• lymphatic system
    The tissues and organs that produce, store, and carry white blood cells that fight infections and other diseases. This system includes the bone marrow, spleen, thymus, lymph nodes, and lymphatic vessels (a network of thin tubes that carry lymph and white blood cells). Lymphatic vessels branch, like blood vessels, into all the tissues of the body.
  • malignancy
    A tumour made up of cancer cells.
  • margin
    The edge or border of the tissue removed in cancer surgery. The margin is described as negative or clean when the pathologist finds no cancer cells at the edge of the tissue, suggesting that all of the cancer has been removed. The margin is described as positive or involved when the pathologist finds cancer cells at the edge of the tissue, suggesting that all of the cancer may not have been removed.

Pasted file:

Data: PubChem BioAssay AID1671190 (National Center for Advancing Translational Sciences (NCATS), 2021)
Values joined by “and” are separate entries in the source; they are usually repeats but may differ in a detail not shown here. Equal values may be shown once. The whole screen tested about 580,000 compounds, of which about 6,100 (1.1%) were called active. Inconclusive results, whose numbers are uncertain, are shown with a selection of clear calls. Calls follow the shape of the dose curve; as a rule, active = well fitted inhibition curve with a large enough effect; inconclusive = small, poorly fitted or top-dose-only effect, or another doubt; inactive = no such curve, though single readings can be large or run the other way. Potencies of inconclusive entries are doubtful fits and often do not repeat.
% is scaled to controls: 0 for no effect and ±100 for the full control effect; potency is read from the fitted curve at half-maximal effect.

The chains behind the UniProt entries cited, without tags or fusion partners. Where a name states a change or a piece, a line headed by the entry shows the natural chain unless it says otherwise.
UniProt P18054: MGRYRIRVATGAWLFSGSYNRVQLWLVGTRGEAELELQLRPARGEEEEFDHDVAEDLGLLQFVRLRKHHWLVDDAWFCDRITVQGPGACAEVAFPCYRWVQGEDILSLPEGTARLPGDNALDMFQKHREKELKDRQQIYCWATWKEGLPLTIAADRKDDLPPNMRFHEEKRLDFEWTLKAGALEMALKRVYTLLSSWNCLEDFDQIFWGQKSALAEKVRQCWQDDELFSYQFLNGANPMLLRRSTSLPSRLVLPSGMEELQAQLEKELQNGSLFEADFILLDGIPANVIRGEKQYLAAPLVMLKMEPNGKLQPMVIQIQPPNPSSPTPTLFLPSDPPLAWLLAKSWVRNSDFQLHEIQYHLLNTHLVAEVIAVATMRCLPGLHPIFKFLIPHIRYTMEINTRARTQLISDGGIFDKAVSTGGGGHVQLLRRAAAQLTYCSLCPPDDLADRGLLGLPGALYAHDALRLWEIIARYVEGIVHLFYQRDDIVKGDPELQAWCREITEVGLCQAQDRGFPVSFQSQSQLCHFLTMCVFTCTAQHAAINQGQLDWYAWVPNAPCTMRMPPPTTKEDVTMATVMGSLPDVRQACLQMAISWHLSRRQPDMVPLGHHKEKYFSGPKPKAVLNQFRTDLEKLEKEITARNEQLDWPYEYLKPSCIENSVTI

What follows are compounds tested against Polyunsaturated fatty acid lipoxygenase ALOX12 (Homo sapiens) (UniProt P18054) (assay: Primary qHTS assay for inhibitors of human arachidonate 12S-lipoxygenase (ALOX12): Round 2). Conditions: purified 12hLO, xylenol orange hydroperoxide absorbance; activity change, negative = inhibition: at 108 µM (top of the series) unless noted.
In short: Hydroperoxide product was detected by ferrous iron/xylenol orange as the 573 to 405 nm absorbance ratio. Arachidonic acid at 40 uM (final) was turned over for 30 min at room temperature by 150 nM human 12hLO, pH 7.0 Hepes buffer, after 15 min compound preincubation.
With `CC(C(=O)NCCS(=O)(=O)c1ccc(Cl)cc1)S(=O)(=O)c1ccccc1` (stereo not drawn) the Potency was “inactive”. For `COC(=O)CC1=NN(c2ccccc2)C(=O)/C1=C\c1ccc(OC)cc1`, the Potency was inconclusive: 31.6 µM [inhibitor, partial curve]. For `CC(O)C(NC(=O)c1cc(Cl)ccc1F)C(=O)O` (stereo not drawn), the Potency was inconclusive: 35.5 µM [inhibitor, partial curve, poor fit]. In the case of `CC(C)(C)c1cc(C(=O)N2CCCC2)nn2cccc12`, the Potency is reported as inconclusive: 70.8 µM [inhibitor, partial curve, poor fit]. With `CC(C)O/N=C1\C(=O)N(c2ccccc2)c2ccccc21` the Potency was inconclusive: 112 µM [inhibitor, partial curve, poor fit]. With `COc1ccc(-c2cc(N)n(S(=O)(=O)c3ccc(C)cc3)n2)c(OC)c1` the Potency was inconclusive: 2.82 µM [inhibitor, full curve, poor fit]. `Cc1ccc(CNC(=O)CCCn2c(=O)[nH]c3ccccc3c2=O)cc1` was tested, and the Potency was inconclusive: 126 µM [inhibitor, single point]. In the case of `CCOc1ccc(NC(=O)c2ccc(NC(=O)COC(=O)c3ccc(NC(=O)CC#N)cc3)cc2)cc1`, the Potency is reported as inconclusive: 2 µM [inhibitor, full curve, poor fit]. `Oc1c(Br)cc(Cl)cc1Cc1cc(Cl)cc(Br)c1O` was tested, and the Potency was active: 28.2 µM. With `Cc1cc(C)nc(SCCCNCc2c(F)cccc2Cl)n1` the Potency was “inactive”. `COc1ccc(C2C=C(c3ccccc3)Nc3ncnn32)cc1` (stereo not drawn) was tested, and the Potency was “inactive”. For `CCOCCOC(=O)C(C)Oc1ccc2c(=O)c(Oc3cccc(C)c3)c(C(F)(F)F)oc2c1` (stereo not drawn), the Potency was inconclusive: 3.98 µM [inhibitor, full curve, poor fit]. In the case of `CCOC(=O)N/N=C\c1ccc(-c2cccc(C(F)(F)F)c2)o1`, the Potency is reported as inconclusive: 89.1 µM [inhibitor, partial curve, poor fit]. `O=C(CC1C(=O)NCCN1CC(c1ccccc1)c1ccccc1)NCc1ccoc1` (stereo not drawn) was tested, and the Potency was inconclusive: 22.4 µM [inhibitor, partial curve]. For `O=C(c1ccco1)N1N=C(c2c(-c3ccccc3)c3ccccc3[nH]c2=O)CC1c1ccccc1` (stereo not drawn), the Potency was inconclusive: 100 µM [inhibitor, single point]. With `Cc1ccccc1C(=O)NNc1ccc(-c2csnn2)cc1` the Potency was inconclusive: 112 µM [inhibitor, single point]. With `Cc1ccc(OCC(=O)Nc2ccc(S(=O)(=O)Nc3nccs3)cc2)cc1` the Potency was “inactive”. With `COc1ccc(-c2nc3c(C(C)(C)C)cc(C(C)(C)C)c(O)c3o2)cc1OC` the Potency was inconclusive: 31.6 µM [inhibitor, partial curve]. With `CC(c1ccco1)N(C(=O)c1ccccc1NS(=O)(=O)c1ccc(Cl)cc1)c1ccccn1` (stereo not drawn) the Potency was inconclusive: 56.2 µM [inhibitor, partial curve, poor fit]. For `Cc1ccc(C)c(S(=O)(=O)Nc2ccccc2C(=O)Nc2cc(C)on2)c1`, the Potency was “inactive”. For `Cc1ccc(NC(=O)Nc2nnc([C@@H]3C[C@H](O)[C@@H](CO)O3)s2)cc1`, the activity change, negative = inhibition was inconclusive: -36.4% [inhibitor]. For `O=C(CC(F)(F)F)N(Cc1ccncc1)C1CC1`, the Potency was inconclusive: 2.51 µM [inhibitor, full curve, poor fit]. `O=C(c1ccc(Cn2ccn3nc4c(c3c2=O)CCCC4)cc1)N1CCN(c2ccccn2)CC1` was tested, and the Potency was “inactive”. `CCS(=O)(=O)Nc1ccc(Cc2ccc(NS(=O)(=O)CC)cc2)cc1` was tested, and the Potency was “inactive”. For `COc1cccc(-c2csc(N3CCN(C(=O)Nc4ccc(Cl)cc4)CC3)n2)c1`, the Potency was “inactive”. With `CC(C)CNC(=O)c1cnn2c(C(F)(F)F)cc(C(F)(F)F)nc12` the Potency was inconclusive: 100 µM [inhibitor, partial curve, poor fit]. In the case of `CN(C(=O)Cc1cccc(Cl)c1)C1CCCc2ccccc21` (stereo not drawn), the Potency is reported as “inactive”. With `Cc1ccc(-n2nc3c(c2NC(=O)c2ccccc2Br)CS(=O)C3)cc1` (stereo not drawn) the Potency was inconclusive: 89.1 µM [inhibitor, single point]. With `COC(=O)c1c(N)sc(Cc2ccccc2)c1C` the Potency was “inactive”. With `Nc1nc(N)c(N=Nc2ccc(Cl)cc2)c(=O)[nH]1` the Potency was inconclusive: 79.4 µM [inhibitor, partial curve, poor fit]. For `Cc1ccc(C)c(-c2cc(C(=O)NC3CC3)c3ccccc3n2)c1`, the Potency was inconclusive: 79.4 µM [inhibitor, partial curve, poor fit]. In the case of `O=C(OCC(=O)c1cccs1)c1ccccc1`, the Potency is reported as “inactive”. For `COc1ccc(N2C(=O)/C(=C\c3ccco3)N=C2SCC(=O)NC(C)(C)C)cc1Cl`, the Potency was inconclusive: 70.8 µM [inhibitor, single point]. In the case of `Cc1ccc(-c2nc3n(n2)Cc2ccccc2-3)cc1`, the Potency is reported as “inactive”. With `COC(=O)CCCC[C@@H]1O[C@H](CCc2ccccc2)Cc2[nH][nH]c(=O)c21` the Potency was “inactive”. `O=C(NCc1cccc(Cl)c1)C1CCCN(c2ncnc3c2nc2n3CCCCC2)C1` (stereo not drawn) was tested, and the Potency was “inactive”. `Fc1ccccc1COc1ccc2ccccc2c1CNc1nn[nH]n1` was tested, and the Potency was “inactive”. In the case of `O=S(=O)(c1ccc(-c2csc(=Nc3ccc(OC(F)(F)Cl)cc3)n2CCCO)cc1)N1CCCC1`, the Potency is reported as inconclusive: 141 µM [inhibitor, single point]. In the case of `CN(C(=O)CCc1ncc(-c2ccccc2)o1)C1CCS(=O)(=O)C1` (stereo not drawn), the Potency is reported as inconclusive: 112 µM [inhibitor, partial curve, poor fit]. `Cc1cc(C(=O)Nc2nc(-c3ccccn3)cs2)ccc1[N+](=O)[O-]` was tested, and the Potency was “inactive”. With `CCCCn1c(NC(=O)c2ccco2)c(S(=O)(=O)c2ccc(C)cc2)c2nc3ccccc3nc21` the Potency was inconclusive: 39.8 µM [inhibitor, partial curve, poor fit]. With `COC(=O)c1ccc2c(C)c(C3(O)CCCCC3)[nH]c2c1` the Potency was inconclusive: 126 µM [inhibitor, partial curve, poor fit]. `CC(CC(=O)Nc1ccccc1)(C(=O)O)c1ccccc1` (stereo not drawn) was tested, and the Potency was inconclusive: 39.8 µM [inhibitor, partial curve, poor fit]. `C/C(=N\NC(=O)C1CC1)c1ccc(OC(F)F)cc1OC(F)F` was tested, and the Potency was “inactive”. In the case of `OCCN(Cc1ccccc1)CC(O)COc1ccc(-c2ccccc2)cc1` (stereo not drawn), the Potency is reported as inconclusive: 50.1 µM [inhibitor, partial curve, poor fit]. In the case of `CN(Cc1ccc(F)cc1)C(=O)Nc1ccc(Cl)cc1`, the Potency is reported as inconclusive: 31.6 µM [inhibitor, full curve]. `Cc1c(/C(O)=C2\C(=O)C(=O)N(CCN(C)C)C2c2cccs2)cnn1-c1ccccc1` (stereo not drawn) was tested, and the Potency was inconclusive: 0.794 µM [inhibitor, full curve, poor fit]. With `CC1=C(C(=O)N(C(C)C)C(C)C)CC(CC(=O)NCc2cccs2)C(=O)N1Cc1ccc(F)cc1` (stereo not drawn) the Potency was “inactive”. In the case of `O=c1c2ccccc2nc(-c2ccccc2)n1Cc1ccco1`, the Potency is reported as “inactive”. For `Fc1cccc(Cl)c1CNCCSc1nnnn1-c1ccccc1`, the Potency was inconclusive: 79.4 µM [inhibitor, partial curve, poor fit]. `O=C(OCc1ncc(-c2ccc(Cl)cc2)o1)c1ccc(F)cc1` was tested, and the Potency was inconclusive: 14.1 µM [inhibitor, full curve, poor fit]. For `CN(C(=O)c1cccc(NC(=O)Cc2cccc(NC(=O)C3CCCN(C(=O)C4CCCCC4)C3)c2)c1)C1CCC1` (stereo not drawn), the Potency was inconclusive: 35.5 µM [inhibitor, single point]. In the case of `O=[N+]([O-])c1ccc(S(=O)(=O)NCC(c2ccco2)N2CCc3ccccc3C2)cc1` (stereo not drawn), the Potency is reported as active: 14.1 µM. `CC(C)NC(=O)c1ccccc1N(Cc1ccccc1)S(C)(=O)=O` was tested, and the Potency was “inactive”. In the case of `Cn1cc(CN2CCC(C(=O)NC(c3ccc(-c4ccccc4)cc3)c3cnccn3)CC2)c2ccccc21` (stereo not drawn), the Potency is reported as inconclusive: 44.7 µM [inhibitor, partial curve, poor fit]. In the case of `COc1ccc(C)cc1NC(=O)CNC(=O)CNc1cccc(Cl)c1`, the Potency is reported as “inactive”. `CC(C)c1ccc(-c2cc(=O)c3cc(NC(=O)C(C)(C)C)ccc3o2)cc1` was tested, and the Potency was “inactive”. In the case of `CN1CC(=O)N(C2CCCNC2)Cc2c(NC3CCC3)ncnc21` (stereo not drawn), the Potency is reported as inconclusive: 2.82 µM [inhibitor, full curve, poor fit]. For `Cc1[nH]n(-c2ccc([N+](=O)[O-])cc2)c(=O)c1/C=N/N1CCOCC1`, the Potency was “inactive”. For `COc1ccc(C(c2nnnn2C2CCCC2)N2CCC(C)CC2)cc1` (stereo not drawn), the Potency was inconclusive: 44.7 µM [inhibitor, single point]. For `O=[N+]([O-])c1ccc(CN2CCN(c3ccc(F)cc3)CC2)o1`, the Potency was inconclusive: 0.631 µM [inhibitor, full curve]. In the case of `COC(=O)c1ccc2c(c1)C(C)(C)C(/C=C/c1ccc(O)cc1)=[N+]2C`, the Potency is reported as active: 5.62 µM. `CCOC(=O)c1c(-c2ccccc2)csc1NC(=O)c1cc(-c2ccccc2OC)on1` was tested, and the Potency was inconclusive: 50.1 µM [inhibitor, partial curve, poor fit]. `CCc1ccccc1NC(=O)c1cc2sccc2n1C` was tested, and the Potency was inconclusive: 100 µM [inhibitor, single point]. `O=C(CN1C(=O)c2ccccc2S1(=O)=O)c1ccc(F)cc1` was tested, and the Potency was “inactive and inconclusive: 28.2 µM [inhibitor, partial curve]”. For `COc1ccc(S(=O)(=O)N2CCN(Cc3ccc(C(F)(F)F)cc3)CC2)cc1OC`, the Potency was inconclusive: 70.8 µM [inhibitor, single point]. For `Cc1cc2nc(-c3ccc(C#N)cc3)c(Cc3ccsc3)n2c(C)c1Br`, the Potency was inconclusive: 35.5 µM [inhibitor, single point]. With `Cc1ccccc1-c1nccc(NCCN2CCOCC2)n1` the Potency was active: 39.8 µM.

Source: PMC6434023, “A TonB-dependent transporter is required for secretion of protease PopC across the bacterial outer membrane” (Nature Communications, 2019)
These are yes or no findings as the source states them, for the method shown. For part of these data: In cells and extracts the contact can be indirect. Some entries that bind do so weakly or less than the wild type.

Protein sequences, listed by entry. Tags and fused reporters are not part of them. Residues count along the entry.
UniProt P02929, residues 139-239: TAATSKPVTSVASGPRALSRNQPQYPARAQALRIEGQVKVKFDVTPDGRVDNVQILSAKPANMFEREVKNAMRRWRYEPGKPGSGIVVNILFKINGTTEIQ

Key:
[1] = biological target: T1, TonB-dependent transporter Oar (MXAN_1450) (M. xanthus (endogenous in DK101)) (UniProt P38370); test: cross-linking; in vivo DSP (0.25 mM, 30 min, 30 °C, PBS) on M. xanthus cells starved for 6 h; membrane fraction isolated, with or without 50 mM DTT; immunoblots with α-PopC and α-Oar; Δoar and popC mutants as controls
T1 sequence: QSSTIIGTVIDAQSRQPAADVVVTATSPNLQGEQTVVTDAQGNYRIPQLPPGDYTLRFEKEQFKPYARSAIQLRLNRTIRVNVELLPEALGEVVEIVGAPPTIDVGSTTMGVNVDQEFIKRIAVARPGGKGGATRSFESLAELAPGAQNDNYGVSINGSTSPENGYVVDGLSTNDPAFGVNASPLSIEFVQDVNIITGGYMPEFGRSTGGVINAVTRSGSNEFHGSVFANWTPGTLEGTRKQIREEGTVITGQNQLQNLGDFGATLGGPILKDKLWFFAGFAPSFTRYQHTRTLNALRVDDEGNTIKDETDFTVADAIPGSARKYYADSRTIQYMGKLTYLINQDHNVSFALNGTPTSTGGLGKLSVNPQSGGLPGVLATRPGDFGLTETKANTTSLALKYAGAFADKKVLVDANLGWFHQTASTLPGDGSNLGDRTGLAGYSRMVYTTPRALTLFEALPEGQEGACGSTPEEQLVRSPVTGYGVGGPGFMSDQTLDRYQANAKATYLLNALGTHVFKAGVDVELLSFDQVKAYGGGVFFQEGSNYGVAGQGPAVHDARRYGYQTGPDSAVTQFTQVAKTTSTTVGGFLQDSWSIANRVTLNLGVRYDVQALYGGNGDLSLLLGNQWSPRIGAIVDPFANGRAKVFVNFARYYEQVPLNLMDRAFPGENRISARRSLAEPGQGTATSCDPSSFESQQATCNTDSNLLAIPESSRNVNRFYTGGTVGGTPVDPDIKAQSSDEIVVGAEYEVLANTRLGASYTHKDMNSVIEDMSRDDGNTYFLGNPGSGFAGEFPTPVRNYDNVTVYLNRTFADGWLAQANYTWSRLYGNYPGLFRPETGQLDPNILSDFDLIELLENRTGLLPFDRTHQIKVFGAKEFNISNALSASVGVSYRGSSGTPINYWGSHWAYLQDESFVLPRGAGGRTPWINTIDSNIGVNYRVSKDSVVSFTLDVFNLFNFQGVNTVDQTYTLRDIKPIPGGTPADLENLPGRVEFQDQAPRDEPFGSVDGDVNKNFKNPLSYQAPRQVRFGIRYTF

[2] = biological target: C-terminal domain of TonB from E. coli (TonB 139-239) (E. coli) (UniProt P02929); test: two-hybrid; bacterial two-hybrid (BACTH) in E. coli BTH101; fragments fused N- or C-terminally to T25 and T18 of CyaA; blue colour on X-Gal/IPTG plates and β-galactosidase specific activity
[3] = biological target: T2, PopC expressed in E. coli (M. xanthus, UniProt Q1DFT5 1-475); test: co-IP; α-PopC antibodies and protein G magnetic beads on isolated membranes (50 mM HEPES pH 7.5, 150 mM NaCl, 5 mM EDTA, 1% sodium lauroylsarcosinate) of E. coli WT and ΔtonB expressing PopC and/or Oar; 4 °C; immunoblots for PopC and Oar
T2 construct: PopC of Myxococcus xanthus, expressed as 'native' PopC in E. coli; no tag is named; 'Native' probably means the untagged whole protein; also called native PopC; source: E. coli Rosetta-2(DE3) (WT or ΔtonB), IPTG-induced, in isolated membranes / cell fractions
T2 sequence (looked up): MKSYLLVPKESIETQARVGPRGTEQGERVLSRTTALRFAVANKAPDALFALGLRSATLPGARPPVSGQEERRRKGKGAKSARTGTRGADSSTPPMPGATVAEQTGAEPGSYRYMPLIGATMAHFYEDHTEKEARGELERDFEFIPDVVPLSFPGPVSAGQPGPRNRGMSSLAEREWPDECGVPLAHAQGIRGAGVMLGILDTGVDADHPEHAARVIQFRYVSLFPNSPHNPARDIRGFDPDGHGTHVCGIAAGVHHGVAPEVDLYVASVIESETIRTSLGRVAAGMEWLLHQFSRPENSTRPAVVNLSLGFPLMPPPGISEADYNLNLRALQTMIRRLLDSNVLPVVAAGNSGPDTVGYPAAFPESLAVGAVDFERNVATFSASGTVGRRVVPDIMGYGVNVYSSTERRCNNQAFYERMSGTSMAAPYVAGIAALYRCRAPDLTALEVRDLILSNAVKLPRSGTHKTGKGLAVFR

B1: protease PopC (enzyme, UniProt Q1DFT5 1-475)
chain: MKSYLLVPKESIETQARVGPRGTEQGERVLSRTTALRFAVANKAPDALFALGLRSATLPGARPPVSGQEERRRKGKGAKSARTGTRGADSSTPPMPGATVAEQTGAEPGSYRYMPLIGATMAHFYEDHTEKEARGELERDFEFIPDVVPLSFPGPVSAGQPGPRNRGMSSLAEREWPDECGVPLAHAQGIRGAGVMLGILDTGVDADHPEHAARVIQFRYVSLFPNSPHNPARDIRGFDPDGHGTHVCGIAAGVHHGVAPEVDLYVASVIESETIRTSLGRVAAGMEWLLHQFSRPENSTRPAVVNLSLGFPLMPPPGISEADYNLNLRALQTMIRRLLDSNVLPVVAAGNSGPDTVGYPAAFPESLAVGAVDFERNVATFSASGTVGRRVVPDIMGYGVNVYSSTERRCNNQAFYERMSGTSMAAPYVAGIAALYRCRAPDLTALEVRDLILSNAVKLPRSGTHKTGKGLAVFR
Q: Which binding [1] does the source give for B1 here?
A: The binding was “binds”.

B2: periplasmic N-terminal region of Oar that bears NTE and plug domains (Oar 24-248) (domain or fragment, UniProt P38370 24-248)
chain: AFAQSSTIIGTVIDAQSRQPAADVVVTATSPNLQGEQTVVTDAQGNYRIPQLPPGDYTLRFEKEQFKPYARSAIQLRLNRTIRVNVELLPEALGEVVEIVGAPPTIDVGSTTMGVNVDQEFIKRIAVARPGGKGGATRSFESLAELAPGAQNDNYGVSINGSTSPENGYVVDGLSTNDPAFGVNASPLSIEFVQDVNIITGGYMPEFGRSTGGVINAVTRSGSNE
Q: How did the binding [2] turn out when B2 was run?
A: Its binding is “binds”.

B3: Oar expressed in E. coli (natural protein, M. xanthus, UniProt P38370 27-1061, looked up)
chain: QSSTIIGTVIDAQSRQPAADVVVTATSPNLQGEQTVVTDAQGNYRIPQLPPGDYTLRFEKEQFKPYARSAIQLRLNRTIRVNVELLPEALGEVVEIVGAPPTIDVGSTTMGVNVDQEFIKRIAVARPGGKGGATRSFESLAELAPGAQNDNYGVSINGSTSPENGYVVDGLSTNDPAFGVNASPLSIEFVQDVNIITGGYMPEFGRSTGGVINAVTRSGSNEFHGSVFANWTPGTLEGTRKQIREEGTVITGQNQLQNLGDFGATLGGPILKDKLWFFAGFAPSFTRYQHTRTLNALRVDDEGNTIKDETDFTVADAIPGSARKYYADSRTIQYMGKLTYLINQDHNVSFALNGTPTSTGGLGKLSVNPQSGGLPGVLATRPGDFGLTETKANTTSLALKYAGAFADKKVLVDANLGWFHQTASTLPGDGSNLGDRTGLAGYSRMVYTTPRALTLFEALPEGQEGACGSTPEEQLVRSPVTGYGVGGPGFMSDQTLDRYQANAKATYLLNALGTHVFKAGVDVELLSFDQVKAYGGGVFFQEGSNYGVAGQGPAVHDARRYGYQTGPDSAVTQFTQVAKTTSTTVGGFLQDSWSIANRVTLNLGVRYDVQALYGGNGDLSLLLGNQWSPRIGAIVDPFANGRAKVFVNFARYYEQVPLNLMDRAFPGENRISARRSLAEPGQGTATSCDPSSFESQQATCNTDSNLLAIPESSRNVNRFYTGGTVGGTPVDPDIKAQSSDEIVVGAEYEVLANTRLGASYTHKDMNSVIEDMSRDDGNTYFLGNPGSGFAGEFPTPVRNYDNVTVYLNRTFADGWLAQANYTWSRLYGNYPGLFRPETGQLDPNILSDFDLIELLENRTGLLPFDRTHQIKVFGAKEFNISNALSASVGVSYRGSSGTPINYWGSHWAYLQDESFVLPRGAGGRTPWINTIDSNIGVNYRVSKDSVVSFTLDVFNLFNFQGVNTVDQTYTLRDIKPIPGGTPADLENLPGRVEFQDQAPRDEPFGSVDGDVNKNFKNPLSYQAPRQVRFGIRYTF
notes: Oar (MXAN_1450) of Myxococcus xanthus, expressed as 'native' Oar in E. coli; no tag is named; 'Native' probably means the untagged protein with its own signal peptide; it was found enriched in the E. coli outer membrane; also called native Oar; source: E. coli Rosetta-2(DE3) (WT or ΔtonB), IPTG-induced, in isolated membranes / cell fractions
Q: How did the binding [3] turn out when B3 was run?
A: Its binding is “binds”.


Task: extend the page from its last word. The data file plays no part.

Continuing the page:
• mass
    A lump in the body. It may be caused by the abnormal growth of cells, a cyst, hormonal changes, or an immune reaction. A mass may be benign (not cancer) or malignant (cancer).
  • measurable disease
    A tumour that can be accurately measured in size. This information can be used to judge response to treatment.
  • metastasis
    The spread of cancer from its original (primary) site to other parts of the body. A tumour formed by cells that have spread is called a “metastatic tumour” or a “metastasis.” The metastatic tumour contains cells that are like those in the original (primary) tumour. The plural form of metastasis is metastases.
  • metastasise